At the first session we drew up our first news list, the children telling me what they knew about what was going on at school.

The school chickens have had new chicks. “Great,” I said. “Let’s get a picture taken,write a pun-filled caption – include the word egg-straordinary. Next!”

Giant white carrots have been pulled up at the school allotment. “Ditto… Next!”

One boy’s just returned to England after living in Spain and another girl has come back after living in Canada. “Lovely – let’s get a nice interview about the contrasting lifestyles and schooling, accompanied by a spread of pics from Spain, Canada and here. Next!”

There’s a fundraiser being held next week for a poorly pupil. “Let’s tell his story, find out what else we can do to help him. Next!”

The mayor’s coming to a coffee morning at school. “Ooh, let’s interview him about his own schooldays. And get a picture of him with the reporting team. Next!”

I think I might have got carried away, barking out orders. I think I also forgot they are only nine and ten, and that I might be expecting just a tad too much from them.

A few days after this meeting, one of the cub reporters approached me in the playground, proudly took out his reporters’ notebook and turned the page.

“Look at this,” he murmered, furtively looking around.

It was a list of boys and girls names. “What is it?”

“That,” he said, “has taken me all lunchtime to put together. It’s only a list of who is going out with who in Year 5! What do you think?”

“Er, what do you want to do with it?”

“Print it. In the first edition. I think we could run a regular column. We’ll call it Young Love and do a list of all the couples, with their pictures, and then everyone will know who is going out with who. I’ve already asked everyone and the ones with a tick by their name say they want to be included.”

I read through the list again. “Your name’s on here. It says you’re going out with J. But last week you told me J got on your nerves.”

“Yeah, well, I didn’t want to be left out of the list so I asked her to be my girlfriend again.” Mmm. Kid logic.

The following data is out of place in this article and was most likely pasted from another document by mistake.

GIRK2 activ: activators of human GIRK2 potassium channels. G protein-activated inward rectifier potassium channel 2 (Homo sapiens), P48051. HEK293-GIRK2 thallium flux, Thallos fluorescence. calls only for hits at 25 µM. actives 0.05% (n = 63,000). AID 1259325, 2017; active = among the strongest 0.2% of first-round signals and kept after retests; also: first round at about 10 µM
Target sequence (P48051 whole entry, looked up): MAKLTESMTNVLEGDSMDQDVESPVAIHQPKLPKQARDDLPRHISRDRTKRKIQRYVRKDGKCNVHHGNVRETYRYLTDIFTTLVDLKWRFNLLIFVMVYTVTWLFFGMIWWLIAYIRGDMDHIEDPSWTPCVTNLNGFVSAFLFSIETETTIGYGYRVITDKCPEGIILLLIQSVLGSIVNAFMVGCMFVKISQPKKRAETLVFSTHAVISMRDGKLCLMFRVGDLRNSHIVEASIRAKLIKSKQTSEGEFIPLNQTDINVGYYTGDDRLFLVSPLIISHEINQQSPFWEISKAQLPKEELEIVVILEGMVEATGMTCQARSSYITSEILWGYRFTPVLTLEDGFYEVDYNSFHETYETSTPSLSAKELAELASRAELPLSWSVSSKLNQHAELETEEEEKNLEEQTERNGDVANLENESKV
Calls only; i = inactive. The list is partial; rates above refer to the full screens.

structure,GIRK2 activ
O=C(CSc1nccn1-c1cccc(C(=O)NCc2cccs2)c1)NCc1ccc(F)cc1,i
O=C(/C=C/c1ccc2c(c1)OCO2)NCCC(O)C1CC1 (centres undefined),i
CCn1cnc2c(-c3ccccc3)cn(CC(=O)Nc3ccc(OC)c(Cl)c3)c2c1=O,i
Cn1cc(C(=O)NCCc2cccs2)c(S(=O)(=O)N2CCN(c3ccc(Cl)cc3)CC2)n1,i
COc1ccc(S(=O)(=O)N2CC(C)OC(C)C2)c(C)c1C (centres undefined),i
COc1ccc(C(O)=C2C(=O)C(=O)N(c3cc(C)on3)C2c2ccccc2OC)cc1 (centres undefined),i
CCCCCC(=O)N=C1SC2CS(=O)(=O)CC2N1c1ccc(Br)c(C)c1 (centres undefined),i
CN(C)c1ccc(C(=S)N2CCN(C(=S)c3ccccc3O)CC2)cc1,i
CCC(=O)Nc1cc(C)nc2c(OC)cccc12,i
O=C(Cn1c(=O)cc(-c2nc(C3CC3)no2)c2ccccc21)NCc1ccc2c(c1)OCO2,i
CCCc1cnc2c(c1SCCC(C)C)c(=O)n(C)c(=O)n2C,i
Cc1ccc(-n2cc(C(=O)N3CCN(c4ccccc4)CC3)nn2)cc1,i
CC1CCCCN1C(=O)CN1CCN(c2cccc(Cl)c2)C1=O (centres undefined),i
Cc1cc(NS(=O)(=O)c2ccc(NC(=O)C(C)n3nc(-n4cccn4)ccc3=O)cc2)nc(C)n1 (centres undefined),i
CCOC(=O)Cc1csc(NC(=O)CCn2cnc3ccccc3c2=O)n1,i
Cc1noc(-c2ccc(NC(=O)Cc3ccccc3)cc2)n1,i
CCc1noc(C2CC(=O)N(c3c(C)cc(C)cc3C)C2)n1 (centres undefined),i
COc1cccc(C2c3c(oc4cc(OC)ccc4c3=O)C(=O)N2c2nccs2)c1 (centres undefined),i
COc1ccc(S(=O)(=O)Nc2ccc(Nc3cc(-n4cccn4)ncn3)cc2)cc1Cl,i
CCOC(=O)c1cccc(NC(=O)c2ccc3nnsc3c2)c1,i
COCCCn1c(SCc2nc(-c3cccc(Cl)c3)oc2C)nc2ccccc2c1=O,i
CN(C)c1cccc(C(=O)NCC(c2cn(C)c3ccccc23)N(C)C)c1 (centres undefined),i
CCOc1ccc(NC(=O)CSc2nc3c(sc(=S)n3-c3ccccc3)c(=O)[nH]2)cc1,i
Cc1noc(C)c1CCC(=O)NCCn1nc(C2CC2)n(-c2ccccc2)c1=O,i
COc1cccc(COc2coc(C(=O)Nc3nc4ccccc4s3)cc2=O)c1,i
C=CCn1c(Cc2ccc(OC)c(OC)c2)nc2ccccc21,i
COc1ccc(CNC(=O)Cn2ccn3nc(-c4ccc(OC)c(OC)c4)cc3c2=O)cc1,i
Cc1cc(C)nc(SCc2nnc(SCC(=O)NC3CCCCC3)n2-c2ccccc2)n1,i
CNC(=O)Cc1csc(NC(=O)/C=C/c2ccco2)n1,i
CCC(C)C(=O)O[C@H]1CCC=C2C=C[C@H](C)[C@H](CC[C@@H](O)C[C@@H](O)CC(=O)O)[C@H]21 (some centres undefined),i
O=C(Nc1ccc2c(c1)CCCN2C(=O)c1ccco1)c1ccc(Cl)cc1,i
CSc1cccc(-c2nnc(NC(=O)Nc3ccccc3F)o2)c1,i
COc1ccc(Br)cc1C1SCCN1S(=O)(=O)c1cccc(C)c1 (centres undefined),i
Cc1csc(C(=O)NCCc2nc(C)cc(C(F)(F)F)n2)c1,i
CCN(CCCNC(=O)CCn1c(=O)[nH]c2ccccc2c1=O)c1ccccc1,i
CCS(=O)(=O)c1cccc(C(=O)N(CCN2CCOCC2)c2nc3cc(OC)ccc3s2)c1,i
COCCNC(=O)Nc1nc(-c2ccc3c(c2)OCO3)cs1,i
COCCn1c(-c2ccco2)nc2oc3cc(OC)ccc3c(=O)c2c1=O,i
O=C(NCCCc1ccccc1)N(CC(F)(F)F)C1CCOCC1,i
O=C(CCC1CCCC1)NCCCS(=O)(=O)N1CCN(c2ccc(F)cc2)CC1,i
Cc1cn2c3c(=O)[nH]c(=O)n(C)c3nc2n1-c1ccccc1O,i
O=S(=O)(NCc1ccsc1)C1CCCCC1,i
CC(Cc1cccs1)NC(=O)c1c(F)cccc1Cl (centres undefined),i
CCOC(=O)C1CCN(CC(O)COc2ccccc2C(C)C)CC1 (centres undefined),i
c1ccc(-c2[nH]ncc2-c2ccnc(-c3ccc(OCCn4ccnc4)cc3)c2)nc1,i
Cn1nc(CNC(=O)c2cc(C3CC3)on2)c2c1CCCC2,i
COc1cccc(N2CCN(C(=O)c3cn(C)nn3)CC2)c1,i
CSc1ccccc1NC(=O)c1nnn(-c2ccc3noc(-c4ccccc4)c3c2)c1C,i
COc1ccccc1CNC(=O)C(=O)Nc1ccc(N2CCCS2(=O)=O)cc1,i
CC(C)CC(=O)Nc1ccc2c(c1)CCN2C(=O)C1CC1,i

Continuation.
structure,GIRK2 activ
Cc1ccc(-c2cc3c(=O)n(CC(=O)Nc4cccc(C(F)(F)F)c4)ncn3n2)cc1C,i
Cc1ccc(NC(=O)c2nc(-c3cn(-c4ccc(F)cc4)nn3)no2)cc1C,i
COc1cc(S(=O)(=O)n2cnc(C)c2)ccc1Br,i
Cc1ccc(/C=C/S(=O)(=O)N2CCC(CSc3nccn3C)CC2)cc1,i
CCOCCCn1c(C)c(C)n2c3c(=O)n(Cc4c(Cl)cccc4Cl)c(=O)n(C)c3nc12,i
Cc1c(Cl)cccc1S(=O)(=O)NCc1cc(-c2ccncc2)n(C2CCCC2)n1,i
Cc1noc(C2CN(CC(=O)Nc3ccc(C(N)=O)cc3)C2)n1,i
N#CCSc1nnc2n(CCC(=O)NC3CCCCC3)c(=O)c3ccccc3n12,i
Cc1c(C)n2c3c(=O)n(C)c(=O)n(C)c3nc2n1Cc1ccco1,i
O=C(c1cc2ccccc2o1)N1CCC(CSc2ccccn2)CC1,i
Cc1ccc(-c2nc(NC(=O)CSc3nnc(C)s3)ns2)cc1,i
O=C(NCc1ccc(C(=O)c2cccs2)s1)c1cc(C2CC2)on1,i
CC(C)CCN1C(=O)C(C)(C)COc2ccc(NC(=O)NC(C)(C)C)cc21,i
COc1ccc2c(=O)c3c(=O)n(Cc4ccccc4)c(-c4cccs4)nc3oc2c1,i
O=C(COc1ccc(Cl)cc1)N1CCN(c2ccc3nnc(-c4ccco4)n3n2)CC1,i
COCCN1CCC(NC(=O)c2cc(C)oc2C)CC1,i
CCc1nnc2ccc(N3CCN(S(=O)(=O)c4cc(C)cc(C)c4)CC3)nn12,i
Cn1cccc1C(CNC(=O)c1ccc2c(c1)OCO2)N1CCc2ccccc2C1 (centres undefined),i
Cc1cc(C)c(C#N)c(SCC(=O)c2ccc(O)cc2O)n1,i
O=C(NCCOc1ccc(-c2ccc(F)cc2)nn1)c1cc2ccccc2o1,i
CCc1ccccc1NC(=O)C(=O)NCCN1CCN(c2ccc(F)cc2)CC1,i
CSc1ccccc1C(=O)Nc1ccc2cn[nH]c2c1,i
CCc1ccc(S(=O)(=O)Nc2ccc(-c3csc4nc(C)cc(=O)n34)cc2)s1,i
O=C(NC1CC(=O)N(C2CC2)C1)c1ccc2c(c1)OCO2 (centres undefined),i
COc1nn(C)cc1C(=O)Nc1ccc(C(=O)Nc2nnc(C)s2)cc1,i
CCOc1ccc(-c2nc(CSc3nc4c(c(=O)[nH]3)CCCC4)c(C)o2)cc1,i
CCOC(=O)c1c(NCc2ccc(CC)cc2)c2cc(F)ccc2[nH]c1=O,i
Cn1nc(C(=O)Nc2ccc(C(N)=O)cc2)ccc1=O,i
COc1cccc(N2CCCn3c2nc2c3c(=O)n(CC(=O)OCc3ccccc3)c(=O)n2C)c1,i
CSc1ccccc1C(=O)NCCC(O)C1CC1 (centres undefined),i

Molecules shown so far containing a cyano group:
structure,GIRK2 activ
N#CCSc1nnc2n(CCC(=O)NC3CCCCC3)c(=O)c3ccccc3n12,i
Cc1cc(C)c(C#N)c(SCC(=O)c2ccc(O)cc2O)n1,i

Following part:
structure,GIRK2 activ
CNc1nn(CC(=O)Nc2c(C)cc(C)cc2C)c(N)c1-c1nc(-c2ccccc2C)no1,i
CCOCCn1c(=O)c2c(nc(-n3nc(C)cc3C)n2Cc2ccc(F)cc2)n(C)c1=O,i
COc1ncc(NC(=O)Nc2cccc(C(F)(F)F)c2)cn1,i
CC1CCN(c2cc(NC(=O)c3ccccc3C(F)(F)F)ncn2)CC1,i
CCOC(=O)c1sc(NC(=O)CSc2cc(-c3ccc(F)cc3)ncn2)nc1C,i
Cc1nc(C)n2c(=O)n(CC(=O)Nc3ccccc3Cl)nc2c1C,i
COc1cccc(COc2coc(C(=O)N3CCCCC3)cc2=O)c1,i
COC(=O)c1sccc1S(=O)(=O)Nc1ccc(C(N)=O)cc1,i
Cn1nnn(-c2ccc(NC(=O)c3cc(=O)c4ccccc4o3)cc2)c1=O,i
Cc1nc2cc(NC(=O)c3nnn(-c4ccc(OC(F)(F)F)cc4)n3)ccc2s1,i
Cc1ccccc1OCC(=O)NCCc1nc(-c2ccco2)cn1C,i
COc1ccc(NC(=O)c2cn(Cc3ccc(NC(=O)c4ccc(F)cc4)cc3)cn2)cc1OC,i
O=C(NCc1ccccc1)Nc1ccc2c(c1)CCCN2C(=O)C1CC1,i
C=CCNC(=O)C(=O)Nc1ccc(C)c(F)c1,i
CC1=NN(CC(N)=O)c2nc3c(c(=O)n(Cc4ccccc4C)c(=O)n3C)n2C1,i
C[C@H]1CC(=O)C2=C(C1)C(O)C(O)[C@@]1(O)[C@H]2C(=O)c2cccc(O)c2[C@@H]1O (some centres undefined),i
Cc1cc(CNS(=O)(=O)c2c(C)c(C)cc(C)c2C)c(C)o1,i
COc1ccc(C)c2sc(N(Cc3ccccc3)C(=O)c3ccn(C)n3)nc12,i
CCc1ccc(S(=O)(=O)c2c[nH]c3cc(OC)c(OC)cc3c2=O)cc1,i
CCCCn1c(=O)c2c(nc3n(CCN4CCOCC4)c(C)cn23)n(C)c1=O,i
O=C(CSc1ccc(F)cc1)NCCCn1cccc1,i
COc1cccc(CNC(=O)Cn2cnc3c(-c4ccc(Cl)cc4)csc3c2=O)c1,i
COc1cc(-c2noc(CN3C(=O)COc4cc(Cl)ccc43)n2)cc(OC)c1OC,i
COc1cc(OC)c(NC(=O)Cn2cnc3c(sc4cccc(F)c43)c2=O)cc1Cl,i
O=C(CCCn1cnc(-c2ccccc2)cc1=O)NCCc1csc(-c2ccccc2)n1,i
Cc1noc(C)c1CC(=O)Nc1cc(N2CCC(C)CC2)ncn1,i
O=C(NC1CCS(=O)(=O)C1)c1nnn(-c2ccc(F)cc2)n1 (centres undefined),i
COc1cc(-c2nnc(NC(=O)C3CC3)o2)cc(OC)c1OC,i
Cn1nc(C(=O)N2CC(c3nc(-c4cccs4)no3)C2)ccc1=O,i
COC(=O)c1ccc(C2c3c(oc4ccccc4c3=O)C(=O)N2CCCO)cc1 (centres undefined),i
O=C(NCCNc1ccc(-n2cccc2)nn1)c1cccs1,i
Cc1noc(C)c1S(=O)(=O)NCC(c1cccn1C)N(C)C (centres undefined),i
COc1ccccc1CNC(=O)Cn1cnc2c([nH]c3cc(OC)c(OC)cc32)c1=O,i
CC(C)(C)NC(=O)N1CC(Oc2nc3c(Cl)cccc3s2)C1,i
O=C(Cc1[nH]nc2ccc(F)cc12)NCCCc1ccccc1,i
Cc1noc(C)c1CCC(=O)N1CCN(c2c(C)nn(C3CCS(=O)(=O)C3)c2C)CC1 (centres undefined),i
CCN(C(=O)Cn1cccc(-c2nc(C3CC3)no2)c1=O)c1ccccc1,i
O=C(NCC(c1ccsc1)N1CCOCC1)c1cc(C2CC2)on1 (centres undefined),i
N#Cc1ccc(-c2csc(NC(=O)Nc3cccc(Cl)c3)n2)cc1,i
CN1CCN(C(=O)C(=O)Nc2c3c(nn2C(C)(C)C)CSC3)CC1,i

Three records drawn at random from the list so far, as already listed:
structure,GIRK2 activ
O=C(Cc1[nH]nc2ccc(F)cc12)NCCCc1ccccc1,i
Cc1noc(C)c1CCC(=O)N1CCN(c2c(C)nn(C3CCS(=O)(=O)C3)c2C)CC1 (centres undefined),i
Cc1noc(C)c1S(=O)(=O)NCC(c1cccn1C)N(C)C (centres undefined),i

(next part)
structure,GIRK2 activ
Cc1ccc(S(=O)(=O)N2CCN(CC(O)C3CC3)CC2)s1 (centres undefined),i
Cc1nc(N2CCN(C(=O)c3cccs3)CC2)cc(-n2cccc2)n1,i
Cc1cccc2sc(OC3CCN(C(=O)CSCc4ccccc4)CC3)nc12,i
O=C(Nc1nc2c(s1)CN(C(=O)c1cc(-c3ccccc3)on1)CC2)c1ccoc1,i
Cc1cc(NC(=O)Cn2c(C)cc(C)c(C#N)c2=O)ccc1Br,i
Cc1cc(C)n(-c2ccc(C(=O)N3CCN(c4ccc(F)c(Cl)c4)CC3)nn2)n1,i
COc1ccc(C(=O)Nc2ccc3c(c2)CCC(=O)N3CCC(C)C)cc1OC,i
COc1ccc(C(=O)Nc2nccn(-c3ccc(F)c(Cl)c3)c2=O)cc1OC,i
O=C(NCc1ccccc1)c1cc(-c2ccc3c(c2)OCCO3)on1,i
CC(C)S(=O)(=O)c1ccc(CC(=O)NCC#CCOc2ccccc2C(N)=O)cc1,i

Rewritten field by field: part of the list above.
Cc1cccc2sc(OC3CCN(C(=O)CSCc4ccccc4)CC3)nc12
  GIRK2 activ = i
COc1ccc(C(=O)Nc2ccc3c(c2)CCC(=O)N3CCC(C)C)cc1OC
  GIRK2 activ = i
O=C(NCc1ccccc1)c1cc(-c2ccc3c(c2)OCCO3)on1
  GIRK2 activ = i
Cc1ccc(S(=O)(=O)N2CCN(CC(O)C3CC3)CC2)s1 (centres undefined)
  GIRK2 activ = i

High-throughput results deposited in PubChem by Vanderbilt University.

I suggested it might not be, well, appropriate for a school newspaper. And most of the couples would be split up by the time we printed the first edition in a few weeks. And people not included might be sad. And I was pretty sure the head teacher wouldn’t want it included.

“But,” he retorted, “everyone’s really excited about being in the paper now. And you did say it was up to us, as editors, to decide what to include.”

He has a point. I think I did say that.

So, will they publish and be damned? It will certainly be interesting at our next get-together to see if I can use my years of experience to successfully persuade them to do the right thing.

Here’s to doing stuff, whatever it may be. Enjoy doing your stuff this week!

PS: My camera is at the insurers being repaired and I’m missing it a lot. I love taking photographs, finding it a nice way to be alone, to chill out and to really appreciate the world around me. I particularly love taking pictures of my beautiful kids. You can see my attempts on my flickr pages at

However, they pale into insignificance next to the amazing pictures being churned out currently by an old pal Mark. If you want to see some lovely landscapes, check out his flickr pages at or see his blog all about his adventures as an amateur photographer here

  1. Brilliant – can’t wait to find out whether journalistic integrity wins out… How long before the teachers get papped on their way back into school from the pub on Friday lunchtime?!